Venezuela, South America’s fifth-largest economy, is in chaos. Plummeting oil prices, soaring inflation, political instability, a major shortage of basic goods and currency woes see it teetering on the brink of economic collapse. The International Monetary Fund (IMF) estimates that Venezuela’s economy will contract by 7% in 2015. (For more, see: Are Oil Prices Pushing Venezuela to Economic Collapse?)
In the wake of Venezuela’s crumbling economy, President Nicolás Maduro, elected in 2013 following President Hugo Chávez’s death, is facing an all-time low approval rating and waves of protests. Venezuela has long denounced U.S. capitalism and maintains that its northern neighbor’s impact on South America has led to its economic troubles.
Those not in Venezuela’s camp — including the U.S. — blame years of government mismanagement. This includes alleged mishandling of the country's massive oil supply, like providing subsidized oil to other countries like Cuba in return for political favors and support. (For more, read: Is Venezuela the New Cuba?)
Maduro has followed Chavez’s goal of running a socialist country but appears to be moving toward a more authoritarian regime. The government has been accused of widespread human rights abuse and the harsh persecution of political dissidents, which has led to deaths of protesters. Earlier this year, opposition mayor of Caracas, Antonio Ledezma, was arrested after being charged with conspiracy to overthrow the government. He is one of many political opponents sitting in jail.
The U.S. government has imposed sanctions on Venezuelan government officials in the wake of human rights abuse. These include denying visas and freezing assets of the officials involved and banning Americans from doing business with them. “They can stick the sanctions in their ears or wherever else they’ll fit,” Maduro said during a recent televised speech.
The Price of Oil Dependence
One of the founding members of the Organization of Petroleum Exporting Countries (OPEC), Venezuela has the largest oil reserves in the world and is one of the biggest exporters. It has been hit hard by the plummeting price of oil, which is about half of what it was a year ago. Due in part to weak global demand and booming U.S. oil production, oil’s steep decline began in mid-2014 and recently hit a six-year low of just above $45 per barrel. Not surprisingly, Venezuela’s economy relies heavily on oil exports. Oil accounts for 95% of exports and about 25% of gross domestic product (GDP); the country doesn't have another competitive non-oil sector to fall back on. (For more, see: Why Did Oil Prices Drop so Much in 2014?)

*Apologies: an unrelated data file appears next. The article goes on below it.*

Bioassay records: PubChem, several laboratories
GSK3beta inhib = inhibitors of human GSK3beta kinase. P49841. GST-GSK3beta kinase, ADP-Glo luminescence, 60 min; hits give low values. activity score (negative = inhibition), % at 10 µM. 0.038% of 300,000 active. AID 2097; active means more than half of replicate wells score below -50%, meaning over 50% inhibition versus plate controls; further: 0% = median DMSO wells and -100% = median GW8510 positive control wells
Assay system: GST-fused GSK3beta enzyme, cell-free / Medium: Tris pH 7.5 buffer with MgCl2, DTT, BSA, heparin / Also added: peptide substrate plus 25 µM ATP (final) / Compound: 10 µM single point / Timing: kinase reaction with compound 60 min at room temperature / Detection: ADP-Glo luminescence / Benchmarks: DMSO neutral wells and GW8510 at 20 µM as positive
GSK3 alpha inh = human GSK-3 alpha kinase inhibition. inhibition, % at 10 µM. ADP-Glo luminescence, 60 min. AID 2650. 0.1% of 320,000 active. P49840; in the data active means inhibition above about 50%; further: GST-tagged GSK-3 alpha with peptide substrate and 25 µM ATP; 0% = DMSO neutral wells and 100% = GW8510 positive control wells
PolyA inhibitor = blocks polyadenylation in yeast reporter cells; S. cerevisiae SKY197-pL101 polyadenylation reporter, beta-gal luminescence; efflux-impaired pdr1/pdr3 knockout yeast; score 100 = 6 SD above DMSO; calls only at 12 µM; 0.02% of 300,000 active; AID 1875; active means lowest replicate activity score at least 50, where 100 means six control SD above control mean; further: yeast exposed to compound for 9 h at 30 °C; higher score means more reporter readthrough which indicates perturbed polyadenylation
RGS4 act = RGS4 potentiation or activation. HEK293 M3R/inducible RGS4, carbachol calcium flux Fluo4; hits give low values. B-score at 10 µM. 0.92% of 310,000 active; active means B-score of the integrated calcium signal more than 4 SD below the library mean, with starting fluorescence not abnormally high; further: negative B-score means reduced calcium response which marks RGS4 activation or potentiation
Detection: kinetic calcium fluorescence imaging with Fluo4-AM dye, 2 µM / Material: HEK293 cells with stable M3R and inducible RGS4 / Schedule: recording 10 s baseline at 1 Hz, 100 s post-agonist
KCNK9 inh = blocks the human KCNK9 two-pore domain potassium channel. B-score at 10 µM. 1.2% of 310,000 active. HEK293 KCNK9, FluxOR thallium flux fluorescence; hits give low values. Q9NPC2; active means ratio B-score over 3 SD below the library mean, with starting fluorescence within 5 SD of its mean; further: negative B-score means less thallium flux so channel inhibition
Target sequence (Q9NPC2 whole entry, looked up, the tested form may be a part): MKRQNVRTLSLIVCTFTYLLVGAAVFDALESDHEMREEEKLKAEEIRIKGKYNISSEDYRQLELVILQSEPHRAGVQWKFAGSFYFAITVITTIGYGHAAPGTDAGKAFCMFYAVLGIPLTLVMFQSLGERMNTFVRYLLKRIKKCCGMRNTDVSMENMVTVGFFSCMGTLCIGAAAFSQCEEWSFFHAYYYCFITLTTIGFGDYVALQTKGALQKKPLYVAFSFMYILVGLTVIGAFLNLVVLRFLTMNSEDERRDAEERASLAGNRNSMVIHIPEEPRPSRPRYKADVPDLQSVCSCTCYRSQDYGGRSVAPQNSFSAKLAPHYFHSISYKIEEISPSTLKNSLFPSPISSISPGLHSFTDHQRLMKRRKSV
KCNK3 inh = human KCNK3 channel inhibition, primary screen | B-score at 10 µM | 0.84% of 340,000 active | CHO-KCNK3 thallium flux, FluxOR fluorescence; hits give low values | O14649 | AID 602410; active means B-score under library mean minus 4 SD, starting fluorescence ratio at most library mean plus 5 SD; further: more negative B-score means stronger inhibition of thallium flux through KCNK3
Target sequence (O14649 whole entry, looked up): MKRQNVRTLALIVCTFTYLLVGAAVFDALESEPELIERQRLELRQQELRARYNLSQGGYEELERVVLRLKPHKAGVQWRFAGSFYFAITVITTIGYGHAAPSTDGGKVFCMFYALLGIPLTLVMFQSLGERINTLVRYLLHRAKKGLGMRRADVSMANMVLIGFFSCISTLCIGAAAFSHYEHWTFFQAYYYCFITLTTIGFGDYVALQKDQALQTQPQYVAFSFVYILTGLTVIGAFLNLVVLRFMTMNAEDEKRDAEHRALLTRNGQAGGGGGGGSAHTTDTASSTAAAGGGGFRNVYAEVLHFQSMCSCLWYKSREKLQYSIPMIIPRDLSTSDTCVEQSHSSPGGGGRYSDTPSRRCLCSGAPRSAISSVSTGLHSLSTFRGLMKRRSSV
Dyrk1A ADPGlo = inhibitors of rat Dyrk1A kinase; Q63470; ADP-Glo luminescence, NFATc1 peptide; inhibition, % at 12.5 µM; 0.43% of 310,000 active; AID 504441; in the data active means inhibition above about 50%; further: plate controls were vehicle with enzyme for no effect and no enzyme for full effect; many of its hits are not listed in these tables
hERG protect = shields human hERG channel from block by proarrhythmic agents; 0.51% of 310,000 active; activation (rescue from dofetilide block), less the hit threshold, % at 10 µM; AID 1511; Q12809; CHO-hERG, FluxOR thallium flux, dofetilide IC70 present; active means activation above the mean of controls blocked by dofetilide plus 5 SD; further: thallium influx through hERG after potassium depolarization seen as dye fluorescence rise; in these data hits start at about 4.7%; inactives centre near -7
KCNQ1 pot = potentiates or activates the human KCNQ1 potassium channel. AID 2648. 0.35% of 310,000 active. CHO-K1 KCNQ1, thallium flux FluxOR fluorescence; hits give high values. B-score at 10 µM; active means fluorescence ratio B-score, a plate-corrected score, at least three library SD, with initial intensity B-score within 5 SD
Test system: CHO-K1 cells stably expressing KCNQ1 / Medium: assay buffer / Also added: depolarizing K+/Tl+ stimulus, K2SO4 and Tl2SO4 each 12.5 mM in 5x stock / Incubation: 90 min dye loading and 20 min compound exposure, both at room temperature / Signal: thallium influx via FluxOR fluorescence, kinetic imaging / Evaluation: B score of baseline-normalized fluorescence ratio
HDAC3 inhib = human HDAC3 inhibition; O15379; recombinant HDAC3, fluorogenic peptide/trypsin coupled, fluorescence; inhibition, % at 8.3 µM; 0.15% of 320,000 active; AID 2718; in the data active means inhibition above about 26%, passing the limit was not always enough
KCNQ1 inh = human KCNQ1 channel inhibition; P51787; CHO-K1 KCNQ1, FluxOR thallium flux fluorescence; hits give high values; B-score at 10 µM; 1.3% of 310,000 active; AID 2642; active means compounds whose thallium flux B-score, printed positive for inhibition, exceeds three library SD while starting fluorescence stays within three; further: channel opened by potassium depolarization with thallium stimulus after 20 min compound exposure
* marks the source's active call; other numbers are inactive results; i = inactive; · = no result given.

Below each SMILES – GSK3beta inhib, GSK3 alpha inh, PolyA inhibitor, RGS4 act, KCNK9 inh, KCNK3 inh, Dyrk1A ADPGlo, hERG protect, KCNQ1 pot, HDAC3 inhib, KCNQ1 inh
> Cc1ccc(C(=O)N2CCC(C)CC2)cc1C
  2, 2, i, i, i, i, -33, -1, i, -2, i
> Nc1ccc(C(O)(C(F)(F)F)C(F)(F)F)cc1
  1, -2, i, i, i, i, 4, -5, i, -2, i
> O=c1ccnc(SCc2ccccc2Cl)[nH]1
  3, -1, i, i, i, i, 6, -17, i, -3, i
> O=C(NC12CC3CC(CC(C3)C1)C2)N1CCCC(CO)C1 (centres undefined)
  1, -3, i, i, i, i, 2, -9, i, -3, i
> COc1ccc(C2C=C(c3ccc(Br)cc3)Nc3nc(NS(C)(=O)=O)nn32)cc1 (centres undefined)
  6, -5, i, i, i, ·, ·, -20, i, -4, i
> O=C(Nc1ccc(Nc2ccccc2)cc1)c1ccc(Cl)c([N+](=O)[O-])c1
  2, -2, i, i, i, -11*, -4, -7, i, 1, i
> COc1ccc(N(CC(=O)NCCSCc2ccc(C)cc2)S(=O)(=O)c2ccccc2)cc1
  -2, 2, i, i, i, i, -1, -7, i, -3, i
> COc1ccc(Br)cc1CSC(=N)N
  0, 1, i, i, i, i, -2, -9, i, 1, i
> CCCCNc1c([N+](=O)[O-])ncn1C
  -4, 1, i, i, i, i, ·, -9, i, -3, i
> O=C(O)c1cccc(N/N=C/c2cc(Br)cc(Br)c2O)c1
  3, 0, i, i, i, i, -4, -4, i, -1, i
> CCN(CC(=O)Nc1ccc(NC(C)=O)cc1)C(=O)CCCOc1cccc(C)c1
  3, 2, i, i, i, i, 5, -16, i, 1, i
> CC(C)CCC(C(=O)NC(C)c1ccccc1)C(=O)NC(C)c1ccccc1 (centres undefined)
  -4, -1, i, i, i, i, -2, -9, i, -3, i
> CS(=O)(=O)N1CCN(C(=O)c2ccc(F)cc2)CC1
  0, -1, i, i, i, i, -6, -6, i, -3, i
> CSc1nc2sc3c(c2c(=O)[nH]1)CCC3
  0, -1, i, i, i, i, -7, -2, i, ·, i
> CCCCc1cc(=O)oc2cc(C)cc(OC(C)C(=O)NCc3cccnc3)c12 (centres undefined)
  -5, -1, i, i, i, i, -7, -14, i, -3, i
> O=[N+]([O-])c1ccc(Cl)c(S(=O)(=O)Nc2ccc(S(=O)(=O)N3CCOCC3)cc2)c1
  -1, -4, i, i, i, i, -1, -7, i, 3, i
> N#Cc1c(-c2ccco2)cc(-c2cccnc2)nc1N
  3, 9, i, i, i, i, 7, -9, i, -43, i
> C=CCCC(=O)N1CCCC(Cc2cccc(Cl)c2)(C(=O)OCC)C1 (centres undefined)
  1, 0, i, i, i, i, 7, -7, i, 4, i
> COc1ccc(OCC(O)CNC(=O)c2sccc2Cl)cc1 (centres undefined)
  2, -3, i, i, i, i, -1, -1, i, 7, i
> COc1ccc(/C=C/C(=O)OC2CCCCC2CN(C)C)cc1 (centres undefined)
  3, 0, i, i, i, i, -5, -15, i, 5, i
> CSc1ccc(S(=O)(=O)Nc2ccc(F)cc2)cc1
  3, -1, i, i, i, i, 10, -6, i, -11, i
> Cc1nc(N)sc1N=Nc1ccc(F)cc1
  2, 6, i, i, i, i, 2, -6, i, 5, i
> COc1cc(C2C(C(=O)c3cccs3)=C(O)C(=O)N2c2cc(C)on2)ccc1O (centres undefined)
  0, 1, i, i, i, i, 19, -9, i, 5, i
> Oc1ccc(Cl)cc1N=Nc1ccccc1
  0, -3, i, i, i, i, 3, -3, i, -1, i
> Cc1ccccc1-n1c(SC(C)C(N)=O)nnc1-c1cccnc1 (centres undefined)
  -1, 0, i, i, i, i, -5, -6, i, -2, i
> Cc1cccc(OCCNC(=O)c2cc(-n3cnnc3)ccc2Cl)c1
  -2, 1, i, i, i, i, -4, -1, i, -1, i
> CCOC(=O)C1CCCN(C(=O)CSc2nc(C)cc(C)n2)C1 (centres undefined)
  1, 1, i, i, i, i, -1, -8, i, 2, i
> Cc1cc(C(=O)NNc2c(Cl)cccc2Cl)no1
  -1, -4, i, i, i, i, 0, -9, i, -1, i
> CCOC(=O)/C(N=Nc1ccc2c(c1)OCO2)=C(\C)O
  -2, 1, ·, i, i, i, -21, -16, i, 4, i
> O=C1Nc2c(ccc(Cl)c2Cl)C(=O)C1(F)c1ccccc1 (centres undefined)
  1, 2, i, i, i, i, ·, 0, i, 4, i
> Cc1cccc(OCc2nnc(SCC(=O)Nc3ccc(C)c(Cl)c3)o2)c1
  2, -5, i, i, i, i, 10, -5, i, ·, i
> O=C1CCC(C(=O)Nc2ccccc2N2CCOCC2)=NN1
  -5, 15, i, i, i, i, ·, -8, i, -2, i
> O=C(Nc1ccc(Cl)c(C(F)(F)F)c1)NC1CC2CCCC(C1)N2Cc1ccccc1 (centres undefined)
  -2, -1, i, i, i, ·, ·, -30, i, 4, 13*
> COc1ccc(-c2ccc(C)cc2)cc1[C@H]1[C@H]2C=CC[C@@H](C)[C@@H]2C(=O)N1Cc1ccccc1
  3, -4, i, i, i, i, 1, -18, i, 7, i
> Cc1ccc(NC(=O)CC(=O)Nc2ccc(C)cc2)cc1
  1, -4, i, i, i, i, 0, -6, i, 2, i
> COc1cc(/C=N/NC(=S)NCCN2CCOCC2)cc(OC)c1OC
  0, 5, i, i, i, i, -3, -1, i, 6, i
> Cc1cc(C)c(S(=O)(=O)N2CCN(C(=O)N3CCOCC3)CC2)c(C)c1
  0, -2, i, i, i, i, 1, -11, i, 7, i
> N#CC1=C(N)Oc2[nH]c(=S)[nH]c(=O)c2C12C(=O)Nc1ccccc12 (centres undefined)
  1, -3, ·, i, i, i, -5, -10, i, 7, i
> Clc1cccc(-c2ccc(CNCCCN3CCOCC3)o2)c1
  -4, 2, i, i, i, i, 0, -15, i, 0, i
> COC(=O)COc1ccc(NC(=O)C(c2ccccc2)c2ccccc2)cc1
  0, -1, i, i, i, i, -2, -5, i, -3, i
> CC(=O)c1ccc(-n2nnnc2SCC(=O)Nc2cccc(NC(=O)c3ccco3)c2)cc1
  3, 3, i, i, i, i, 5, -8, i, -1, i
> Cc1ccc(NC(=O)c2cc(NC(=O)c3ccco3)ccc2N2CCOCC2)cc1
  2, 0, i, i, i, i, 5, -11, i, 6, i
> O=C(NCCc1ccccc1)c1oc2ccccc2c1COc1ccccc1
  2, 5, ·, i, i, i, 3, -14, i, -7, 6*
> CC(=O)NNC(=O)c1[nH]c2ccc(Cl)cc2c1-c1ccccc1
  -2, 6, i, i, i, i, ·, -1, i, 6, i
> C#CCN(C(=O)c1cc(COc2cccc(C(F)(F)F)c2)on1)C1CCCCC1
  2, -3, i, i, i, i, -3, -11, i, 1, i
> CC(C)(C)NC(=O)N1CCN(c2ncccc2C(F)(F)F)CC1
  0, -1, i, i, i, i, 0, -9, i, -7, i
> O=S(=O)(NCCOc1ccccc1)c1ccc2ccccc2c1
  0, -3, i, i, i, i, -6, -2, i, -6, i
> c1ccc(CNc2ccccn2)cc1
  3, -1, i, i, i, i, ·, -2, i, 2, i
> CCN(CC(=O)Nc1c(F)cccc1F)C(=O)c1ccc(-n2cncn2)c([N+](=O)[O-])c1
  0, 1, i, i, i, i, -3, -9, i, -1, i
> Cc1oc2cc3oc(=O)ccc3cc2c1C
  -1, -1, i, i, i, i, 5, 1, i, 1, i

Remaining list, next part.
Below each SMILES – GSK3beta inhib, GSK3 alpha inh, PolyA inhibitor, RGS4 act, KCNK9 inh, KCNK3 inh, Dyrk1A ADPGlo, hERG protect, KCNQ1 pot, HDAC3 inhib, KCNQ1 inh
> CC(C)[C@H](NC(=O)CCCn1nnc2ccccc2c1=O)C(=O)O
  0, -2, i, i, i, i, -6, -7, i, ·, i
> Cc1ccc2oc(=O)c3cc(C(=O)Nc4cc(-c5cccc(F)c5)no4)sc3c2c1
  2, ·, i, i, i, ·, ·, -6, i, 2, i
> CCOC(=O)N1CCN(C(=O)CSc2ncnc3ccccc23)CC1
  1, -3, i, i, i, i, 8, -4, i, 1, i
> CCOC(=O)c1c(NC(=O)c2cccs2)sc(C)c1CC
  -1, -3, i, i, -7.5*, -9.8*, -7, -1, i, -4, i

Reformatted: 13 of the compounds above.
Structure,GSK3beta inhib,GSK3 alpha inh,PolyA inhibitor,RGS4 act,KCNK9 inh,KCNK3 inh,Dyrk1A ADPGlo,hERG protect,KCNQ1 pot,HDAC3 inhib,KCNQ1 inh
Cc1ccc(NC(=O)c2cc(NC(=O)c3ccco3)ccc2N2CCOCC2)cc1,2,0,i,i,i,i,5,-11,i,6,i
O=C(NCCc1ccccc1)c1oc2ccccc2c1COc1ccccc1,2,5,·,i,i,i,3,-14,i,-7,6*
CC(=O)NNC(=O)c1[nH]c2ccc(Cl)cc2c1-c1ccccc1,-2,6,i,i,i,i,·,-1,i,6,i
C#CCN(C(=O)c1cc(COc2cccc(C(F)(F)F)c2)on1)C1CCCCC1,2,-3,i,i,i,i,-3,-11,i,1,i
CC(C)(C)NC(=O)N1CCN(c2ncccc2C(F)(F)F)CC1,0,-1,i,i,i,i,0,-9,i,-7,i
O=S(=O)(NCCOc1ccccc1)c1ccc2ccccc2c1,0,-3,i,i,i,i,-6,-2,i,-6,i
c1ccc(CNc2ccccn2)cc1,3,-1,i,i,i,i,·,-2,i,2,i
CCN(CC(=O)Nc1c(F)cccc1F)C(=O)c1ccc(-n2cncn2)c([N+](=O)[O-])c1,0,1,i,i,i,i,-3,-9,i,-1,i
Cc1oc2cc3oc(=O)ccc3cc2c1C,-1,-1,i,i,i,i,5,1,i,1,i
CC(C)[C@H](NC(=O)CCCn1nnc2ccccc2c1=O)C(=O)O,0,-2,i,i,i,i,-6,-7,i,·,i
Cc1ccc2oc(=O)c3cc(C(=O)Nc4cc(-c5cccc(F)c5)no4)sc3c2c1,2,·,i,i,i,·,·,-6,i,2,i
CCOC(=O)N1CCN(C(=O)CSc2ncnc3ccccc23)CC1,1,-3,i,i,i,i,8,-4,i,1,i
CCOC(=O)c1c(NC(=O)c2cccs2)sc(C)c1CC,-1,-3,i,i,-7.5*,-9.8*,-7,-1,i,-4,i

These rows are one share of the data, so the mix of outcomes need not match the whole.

“Indeed, each $10 decline in oil prices worsens Venezuela’s trade balance by 3.5% of GDP, a bigger effect by far than for any other country in the region," wrote an IMF official in the organization's blog, iMGdirect. "The loss in export revenue causes mounting fiscal problems and a sharper economic downturn.” (For more, see: Where NOT to Invest in Latin America.)
According to its central bank, GDP contracted the first three quarters of 2014 — 4.8%, 4.9%, 2.3%, respectively — the most recent numbers made available. (The bank typically updates stats on a monthly basis, but hasn't released any data so far in 2015.)
Venezuela currently has the highest inflation rate in the world. It reached 69% in December 2014 and experts estimate it could more than double in 2015. "We may end up this year with inflation at close to 200%,” said Alberto Ades, co-head of global economics research at Bank of America (BAC), in a recent interview with Bloomberg. “Venezuela is in a dire crisis.” (For more, see: Not All Oil Economies Are Created Equal.)
The country imports most of its basic goods. To combat the dramatic drop in oil prices, the government has reduced imports which has lead to a major shortage of products such as milk, flour and sugar. Venezuelans can be seen waiting in line for hours outside of supermarkets to procure such items, and the government has started to distribute food under military protection and limit how much individuals can buy. (For more, see: How Oil Will React to a Revolution in Venezuela.)
The value of the Venezuelan bolivar versus the U.S. dollar has been tumbling. Venezuela has a confusing exchange rate system that consists of several tiers; two are used by the government to pay for exports and another is the unofficial black market, used by the majority of Venezuelans. The government introduced a new foreign exchange rate earlier this year to compete with the black market that, for the first time in more than a decade, allows Venezuelans to legally buy U.S. dollars. (For more, see: The Impact of Venezuela's Bolivar Exchange Rates.)
Venezuela has amassed billions in debt and its ability to pay it off has come into question, marking the possibility of a default. Ratings agency Moody’s recently downgraded Venezuela’s credit rating; so did Fitch. Venezuela has more than $5 billion in debt payments due in October and November, which includes payments on bonds issued by state-owned oil company Petroleos de Venezuela SA. (For more, read: Countries Near Economic Collapse.)
In early April, the government announced that Venezuelans traveling outside of the country will only have authorization to use their credit cards for up to $700 in purchases, down from $2,500. The aim is to ease a major lack of U.S. currency in the country and help hold off a default on its debt payments. According to Barclays (BCS), this will save the government about $2.8 billion in 2015.
The Bottom Line
Oil-rich Venezuela is on the brink of economic collapse. Inflation is soaring, the value of its currency is plummeting and its GDP is contracting, making its outlook bleak at best until a dramatic shift in the world's oil economy — currently sitting in an oversupply situation — occurs. (For more, see: When Will Oil Finally Hit Bottom?)